November is traditionally one of the best months for eagle watching. On November 4, migratory conditions were ideal along the ridges of the Wapack Range, producing 38 Bald Eagles during a six-hour watch from the summit of Mount Watatic. An above-average six Golden Eagles were reported in November. According to Paul Roberts, founder of the New England Hawk Watch, there was an unusually heavy movement of Golden Eagles early in the season throughout eastern North America. Early and heavy snowfall in eastern Canada and northern New England were likely contributors to the higher than usual numbers. Most sightings of this species are typically flybys, with birds unlikely to stick around. Breaking tradition was a bird photographed at Dunback Meadow, Lexington, that was present for two days. The Greenfield Christmas Bird Count (CBC) tallied a record 27 Bald Eagles on December 30, almost double the previous high set in 2017. Other noteworthy raptor reports included a high count of 16 Red-shouldered Hawks over Mount Watatic, Rough-legged Hawks from nine locations with three present most of December on Plum Island, and a late Osprey in Marshfield on December 26.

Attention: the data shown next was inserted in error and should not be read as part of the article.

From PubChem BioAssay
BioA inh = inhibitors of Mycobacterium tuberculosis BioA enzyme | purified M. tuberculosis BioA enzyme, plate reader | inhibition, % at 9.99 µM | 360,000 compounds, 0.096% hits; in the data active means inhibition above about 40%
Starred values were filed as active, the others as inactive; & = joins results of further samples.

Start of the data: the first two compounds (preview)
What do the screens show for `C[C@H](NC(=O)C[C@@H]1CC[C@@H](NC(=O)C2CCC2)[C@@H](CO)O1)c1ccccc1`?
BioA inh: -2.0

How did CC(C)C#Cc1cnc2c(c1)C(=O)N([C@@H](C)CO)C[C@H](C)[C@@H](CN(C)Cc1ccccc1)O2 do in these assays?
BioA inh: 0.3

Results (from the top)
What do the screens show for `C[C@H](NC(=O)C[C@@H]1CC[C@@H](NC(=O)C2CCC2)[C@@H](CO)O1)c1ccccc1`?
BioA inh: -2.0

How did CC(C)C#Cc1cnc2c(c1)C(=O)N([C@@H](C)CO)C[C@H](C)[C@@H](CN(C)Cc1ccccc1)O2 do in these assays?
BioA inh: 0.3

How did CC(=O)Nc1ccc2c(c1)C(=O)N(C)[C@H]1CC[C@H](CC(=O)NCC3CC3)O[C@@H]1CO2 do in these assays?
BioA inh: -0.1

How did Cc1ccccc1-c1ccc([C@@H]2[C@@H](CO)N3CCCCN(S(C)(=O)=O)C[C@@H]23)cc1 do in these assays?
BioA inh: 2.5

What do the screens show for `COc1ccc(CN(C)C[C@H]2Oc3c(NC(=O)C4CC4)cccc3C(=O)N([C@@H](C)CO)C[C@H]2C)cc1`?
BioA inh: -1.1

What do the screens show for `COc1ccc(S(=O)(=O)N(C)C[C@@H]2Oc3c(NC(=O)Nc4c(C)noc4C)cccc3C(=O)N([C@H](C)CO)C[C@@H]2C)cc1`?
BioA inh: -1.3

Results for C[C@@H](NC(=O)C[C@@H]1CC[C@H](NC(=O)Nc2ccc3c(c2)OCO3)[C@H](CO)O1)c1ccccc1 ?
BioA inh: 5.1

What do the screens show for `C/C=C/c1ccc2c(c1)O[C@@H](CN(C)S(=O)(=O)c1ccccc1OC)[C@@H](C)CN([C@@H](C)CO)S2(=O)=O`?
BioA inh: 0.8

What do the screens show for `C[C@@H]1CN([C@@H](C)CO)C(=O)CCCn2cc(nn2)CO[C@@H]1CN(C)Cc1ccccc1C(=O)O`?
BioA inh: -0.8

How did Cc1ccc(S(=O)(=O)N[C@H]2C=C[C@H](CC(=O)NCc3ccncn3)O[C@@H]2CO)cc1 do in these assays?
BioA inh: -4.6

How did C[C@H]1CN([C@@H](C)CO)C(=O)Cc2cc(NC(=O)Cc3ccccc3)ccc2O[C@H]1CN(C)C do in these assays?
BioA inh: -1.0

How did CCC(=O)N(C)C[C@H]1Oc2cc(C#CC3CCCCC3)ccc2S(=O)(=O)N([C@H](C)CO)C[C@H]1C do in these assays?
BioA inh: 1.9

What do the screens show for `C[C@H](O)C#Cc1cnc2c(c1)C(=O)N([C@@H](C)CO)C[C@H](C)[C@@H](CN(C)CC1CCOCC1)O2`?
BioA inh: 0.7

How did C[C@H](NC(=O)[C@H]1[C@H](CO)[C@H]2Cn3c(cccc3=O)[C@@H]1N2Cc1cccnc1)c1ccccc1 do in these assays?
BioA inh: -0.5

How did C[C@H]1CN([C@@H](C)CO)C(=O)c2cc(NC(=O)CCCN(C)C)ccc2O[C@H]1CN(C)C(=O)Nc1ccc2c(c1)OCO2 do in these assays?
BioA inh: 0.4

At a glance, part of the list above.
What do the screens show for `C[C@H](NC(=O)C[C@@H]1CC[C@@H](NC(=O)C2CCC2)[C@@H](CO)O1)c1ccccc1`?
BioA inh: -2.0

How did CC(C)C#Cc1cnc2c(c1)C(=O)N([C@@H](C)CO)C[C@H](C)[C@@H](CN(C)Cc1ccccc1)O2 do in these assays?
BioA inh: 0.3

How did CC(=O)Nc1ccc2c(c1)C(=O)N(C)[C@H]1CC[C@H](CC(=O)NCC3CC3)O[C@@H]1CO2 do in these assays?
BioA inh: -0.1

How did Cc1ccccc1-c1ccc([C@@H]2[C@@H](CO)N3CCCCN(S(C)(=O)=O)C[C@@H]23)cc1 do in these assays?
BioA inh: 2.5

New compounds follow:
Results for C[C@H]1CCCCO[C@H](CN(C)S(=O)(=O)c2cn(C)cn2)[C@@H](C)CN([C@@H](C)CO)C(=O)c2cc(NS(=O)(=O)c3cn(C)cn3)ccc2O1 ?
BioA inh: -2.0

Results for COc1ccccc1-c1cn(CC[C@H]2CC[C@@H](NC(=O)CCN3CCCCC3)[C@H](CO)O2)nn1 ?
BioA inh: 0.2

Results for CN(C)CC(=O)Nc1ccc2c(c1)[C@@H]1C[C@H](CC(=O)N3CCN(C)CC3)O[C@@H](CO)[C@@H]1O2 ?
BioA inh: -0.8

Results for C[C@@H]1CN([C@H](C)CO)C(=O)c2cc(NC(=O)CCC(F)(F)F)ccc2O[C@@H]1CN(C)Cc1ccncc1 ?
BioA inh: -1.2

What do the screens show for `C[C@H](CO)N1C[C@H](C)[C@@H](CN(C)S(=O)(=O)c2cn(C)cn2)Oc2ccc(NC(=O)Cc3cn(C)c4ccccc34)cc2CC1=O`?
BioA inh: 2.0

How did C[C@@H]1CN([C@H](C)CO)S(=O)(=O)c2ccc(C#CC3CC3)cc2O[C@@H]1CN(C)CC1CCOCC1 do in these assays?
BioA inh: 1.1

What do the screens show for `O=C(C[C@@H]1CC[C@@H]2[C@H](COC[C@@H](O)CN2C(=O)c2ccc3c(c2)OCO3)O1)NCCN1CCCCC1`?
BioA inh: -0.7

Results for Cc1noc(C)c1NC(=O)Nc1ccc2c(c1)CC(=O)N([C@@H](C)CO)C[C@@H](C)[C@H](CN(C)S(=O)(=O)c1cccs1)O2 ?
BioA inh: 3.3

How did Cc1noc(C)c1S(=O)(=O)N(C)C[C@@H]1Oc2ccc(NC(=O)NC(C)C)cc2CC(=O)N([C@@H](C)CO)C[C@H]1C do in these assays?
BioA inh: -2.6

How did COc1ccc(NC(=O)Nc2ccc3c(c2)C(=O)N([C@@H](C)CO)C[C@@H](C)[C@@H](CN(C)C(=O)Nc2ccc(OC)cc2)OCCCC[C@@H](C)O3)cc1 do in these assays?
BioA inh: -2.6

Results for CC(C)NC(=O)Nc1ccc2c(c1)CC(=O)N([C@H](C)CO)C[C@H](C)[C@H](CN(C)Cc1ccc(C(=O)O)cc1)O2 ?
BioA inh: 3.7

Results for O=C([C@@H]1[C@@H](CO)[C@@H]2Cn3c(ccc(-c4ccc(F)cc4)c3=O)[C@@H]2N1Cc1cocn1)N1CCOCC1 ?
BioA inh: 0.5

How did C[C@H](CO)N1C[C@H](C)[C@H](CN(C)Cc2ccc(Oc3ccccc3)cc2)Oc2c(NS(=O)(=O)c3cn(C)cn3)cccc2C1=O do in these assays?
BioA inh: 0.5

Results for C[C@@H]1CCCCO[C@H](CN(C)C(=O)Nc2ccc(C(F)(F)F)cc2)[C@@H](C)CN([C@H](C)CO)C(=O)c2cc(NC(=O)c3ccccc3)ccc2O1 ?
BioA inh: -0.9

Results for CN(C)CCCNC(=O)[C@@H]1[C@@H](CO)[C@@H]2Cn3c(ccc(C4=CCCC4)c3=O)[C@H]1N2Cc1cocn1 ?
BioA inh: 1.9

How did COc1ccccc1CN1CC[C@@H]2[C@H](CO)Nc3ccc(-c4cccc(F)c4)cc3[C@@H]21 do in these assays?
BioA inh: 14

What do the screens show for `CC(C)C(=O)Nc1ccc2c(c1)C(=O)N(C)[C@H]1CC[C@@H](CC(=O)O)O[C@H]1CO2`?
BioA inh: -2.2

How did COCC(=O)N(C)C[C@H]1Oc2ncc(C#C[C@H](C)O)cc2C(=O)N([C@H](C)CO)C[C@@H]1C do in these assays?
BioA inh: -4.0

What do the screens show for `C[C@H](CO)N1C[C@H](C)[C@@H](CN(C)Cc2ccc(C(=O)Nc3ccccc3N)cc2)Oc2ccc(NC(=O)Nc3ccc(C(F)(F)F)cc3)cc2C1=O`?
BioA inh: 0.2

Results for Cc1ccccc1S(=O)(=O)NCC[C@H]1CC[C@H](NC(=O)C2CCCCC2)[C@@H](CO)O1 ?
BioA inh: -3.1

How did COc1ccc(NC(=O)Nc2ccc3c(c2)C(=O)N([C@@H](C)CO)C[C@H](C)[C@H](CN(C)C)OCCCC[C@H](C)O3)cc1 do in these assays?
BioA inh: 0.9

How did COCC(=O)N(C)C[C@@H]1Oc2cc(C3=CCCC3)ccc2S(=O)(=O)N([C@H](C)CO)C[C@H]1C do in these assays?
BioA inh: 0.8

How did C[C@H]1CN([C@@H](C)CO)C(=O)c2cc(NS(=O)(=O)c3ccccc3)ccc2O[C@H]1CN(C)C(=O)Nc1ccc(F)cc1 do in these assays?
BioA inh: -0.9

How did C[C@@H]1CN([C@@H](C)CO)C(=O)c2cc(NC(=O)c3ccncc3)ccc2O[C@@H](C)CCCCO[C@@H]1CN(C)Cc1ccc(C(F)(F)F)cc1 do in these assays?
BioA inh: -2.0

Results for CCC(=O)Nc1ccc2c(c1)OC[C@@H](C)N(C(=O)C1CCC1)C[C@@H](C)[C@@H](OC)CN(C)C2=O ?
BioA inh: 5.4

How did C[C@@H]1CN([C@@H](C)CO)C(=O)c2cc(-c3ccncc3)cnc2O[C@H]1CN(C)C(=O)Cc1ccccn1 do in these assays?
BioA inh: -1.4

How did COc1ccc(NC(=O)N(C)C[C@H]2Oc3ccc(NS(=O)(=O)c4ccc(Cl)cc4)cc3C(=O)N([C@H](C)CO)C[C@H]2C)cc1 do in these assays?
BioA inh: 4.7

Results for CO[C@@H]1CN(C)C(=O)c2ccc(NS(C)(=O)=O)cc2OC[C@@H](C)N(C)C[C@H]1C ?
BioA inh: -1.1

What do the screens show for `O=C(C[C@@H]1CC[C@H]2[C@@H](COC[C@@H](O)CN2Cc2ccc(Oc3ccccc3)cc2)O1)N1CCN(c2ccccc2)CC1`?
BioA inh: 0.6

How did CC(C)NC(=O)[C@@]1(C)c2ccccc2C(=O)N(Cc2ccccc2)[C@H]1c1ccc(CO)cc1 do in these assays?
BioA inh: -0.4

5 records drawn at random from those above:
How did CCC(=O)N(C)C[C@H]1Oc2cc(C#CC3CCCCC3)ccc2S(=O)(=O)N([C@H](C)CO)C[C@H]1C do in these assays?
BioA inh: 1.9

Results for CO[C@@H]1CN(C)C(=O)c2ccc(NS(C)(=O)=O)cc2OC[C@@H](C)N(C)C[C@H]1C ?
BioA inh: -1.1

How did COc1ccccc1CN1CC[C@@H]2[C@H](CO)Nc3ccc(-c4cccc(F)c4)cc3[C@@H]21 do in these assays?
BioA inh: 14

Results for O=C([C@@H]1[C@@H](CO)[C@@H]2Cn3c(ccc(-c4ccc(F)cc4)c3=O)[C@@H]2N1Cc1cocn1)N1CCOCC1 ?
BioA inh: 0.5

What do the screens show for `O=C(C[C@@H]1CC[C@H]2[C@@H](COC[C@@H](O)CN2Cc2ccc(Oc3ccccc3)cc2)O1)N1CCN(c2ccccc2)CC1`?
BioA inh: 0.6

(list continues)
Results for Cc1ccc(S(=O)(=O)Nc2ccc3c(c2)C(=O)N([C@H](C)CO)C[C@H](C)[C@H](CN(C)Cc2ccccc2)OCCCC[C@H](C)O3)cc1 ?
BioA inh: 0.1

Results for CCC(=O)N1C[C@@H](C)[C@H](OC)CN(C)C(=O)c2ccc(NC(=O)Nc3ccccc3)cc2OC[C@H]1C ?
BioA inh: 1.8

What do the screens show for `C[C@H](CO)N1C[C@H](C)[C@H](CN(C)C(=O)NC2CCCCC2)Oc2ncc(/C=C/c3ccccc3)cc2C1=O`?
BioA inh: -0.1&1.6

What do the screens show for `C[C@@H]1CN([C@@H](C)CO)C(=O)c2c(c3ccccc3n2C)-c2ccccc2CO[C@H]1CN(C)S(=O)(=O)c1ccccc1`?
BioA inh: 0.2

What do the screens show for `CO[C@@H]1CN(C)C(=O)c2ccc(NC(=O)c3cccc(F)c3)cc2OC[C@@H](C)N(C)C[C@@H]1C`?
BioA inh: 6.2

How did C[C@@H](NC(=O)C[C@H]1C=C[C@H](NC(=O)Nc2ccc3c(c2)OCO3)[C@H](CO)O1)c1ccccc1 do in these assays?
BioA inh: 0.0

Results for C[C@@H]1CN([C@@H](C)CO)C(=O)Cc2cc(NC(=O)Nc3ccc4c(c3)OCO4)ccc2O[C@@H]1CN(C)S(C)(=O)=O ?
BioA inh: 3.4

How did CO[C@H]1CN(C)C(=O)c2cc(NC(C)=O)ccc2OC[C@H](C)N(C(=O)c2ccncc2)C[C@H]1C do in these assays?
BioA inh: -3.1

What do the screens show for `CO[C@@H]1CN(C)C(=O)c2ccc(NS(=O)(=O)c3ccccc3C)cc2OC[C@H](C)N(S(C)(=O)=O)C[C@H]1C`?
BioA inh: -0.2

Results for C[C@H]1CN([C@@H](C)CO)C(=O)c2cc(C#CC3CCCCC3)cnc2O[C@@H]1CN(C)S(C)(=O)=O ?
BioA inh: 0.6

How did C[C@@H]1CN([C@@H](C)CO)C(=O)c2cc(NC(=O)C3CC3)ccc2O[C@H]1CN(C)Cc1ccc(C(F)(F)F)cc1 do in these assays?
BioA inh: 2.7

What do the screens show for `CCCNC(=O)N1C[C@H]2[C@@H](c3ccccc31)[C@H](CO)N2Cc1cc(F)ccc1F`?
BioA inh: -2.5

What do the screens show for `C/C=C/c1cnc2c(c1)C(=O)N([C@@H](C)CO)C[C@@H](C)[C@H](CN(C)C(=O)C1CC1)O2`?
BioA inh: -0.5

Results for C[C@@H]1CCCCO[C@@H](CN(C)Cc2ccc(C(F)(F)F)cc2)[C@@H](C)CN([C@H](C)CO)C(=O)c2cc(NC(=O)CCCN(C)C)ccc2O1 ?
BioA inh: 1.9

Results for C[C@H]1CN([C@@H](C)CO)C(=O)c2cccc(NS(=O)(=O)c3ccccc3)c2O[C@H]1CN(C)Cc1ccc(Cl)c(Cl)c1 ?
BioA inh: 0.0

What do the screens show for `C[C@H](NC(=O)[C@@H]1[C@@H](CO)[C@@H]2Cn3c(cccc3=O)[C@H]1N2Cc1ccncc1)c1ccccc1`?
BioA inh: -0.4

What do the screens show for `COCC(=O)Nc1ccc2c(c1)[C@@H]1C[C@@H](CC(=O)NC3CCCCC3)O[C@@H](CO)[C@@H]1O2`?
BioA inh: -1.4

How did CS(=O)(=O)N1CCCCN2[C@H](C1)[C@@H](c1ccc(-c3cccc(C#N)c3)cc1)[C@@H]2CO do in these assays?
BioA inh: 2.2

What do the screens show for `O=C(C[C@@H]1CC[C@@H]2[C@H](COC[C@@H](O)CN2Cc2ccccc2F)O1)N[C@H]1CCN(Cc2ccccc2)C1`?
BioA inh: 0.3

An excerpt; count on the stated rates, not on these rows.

This was another good flight year for Snowy Owls with reports from 11 coastal locations. The first Snowy Owl of the period was noted from Cuttyhunk Island on November 1, nearly two weeks before the others began appearing. Norman Smith tallied 10 Snowy Owls and banded four during the Greater Boston CBC on December 16. Barred Owls were reported from over 35 locations, many of them in poor condition; they could be seen hunting during the day, a behavior typically associated with extreme hunger. Not surprisingly, many were found along roadways, victims of vehicle collisions. The highlight for the period was the discovery of a Boreal Owl on Nantucket, the first sighting in the state since a bird found in Topsfield on January 28, 2017.